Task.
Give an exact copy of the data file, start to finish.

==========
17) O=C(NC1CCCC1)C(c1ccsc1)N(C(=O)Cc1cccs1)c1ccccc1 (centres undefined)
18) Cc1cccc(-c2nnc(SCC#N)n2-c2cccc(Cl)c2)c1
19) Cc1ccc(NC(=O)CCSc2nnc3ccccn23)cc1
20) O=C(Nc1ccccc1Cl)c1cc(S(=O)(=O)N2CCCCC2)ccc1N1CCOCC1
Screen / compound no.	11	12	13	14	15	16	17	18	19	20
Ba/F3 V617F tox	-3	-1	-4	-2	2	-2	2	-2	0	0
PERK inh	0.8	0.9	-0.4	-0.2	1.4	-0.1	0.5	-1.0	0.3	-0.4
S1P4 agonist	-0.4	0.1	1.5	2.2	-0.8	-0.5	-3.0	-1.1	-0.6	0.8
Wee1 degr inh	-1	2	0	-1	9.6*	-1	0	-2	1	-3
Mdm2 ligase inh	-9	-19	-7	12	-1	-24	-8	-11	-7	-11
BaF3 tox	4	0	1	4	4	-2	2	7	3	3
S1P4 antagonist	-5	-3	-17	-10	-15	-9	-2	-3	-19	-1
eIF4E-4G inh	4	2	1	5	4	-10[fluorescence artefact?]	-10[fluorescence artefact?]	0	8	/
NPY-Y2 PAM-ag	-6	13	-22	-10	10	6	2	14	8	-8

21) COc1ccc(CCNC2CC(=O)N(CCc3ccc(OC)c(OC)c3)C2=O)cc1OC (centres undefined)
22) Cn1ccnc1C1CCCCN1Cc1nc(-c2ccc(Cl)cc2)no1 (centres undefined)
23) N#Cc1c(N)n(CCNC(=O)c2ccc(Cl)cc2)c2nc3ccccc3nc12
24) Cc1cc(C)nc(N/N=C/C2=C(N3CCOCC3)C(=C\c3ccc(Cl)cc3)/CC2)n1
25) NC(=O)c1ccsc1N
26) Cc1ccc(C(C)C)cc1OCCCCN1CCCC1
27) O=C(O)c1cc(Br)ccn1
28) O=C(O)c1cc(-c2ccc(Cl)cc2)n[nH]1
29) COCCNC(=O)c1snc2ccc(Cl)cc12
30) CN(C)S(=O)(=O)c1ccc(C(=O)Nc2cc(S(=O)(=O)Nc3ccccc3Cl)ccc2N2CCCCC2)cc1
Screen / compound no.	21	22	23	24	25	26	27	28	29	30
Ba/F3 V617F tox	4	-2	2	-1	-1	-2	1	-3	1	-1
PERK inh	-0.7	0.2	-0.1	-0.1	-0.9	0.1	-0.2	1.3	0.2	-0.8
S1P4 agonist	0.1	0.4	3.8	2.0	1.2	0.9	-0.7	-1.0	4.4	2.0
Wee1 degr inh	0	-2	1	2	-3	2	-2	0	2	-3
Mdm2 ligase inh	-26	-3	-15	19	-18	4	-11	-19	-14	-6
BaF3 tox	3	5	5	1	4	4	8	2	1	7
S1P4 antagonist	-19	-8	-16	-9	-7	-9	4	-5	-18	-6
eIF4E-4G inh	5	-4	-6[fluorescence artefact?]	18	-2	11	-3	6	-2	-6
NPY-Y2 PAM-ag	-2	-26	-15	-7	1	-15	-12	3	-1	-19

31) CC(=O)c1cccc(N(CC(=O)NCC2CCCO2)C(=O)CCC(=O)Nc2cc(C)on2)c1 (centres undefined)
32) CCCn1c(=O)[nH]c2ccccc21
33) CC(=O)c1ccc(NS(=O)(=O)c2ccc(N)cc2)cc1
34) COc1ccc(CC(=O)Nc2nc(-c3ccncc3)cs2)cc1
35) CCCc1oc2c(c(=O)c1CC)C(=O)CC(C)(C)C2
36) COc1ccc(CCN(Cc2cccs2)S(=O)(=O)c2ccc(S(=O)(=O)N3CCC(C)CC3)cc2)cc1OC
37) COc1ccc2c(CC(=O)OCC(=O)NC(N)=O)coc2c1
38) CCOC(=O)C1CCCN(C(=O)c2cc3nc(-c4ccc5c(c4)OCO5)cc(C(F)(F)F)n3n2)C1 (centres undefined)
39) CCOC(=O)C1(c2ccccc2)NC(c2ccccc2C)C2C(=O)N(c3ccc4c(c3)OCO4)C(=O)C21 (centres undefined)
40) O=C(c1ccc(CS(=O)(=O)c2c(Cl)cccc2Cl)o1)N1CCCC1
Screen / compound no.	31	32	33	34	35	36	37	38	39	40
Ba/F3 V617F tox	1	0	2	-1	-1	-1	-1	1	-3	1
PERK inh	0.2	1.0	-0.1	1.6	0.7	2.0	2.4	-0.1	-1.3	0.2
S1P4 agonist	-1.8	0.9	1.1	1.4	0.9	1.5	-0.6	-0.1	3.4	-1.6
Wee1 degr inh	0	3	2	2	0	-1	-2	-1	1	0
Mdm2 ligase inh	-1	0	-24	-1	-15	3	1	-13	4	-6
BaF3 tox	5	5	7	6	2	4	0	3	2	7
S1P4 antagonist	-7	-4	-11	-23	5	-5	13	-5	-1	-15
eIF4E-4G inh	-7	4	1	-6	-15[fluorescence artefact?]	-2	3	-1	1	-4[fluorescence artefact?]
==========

17) O=C(NC1CCCC1)C(c1ccsc1)N(C(=O)Cc1cccs1)c1ccccc1 (centres undefined)
18) Cc1cccc(-c2nnc(SCC#N)n2-c2cccc(Cl)c2)c1
19) Cc1ccc(NC(=O)CCSc2nnc3ccccn23)cc1
20) O=C(Nc1ccccc1Cl)c1cc(S(=O)(=O)N2CCCCC2)ccc1N1CCOCC1
Screen / compound no.	11	12	13	14	15	16	17	18	19	20
Ba/F3 V617F tox	-3	-1	-4	-2	2	-2	2	-2	0	0
PERK inh	0.8	0.9	-0.4	-0.2	1.4	-0.1	0.5	-1.0	0.3	-0.4
S1P4 agonist	-0.4	0.1	1.5	2.2	-0.8	-0.5	-3.0	-1.1	-0.6	0.8
Wee1 degr inh	-1	2	0	-1	9.6*	-1	0	-2	1	-3
Mdm2 ligase inh	-9	-19	-7	12	-1	-24	-8	-11	-7	-11
BaF3 tox	4	0	1	4	4	-2	2	7	3	3
S1P4 antagonist	-5	-3	-17	-10	-15	-9	-2	-3	-19	-1
eIF4E-4G inh	4	2	1	5	4	-10[fluorescence artefact?]	-10[fluorescence artefact?]	0	8	/
NPY-Y2 PAM-ag	-6	13	-22	-10	10	6	2	14	8	-8

21) COc1ccc(CCNC2CC(=O)N(CCc3ccc(OC)c(OC)c3)C2=O)cc1OC (centres undefined)
22) Cn1ccnc1C1CCCCN1Cc1nc(-c2ccc(Cl)cc2)no1 (centres undefined)
23) N#Cc1c(N)n(CCNC(=O)c2ccc(Cl)cc2)c2nc3ccccc3nc12
24) Cc1cc(C)nc(N/N=C/C2=C(N3CCOCC3)C(=C\c3ccc(Cl)cc3)/CC2)n1
25) NC(=O)c1ccsc1N
26) Cc1ccc(C(C)C)cc1OCCCCN1CCCC1
27) O=C(O)c1cc(Br)ccn1
28) O=C(O)c1cc(-c2ccc(Cl)cc2)n[nH]1
29) COCCNC(=O)c1snc2ccc(Cl)cc12
30) CN(C)S(=O)(=O)c1ccc(C(=O)Nc2cc(S(=O)(=O)Nc3ccccc3Cl)ccc2N2CCCCC2)cc1
Screen / compound no.	21	22	23	24	25	26	27	28	29	30
Ba/F3 V617F tox	4	-2	2	-1	-1	-2	1	-3	1	-1
PERK inh	-0.7	0.2	-0.1	-0.1	-0.9	0.1	-0.2	1.3	0.2	-0.8
S1P4 agonist	0.1	0.4	3.8	2.0	1.2	0.9	-0.7	-1.0	4.4	2.0
Wee1 degr inh	0	-2	1	2	-3	2	-2	0	2	-3
Mdm2 ligase inh	-26	-3	-15	19	-18	4	-11	-19	-14	-6
BaF3 tox	3	5	5	1	4	4	8	2	1	7
S1P4 antagonist	-19	-8	-16	-9	-7	-9	4	-5	-18	-6
eIF4E-4G inh	5	-4	-6[fluorescence artefact?]	18	-2	11	-3	6	-2	-6
NPY-Y2 PAM-ag	-2	-26	-15	-7	1	-15	-12	3	-1	-19

31) CC(=O)c1cccc(N(CC(=O)NCC2CCCO2)C(=O)CCC(=O)Nc2cc(C)on2)c1 (centres undefined)
32) CCCn1c(=O)[nH]c2ccccc21
33) CC(=O)c1ccc(NS(=O)(=O)c2ccc(N)cc2)cc1
34) COc1ccc(CC(=O)Nc2nc(-c3ccncc3)cs2)cc1
35) CCCc1oc2c(c(=O)c1CC)C(=O)CC(C)(C)C2
36) COc1ccc(CCN(Cc2cccs2)S(=O)(=O)c2ccc(S(=O)(=O)N3CCC(C)CC3)cc2)cc1OC
37) COc1ccc2c(CC(=O)OCC(=O)NC(N)=O)coc2c1
38) CCOC(=O)C1CCCN(C(=O)c2cc3nc(-c4ccc5c(c4)OCO5)cc(C(F)(F)F)n3n2)C1 (centres undefined)
39) CCOC(=O)C1(c2ccccc2)NC(c2ccccc2C)C2C(=O)N(c3ccc4c(c3)OCO4)C(=O)C21 (centres undefined)
40) O=C(c1ccc(CS(=O)(=O)c2c(Cl)cccc2Cl)o1)N1CCCC1
Screen / compound no.	31	32	33	34	35	36	37	38	39	40
Ba/F3 V617F tox	1	0	2	-1	-1	-1	-1	1	-3	1
PERK inh	0.2	1.0	-0.1	1.6	0.7	2.0	2.4	-0.1	-1.3	0.2
S1P4 agonist	-1.8	0.9	1.1	1.4	0.9	1.5	-0.6	-0.1	3.4	-1.6
Wee1 degr inh	0	3	2	2	0	-1	-2	-1	1	0
Mdm2 ligase inh	-1	0	-24	-1	-15	3	1	-13	4	-6
BaF3 tox	5	5	7	6	2	4	0	3	2	7
S1P4 antagonist	-7	-4	-11	-23	5	-5	13	-5	-1	-15
eIF4E-4G inh	-7	4	1	-6	-15[fluorescence artefact?]	-2	3	-1	1	-4[fluorescence artefact?]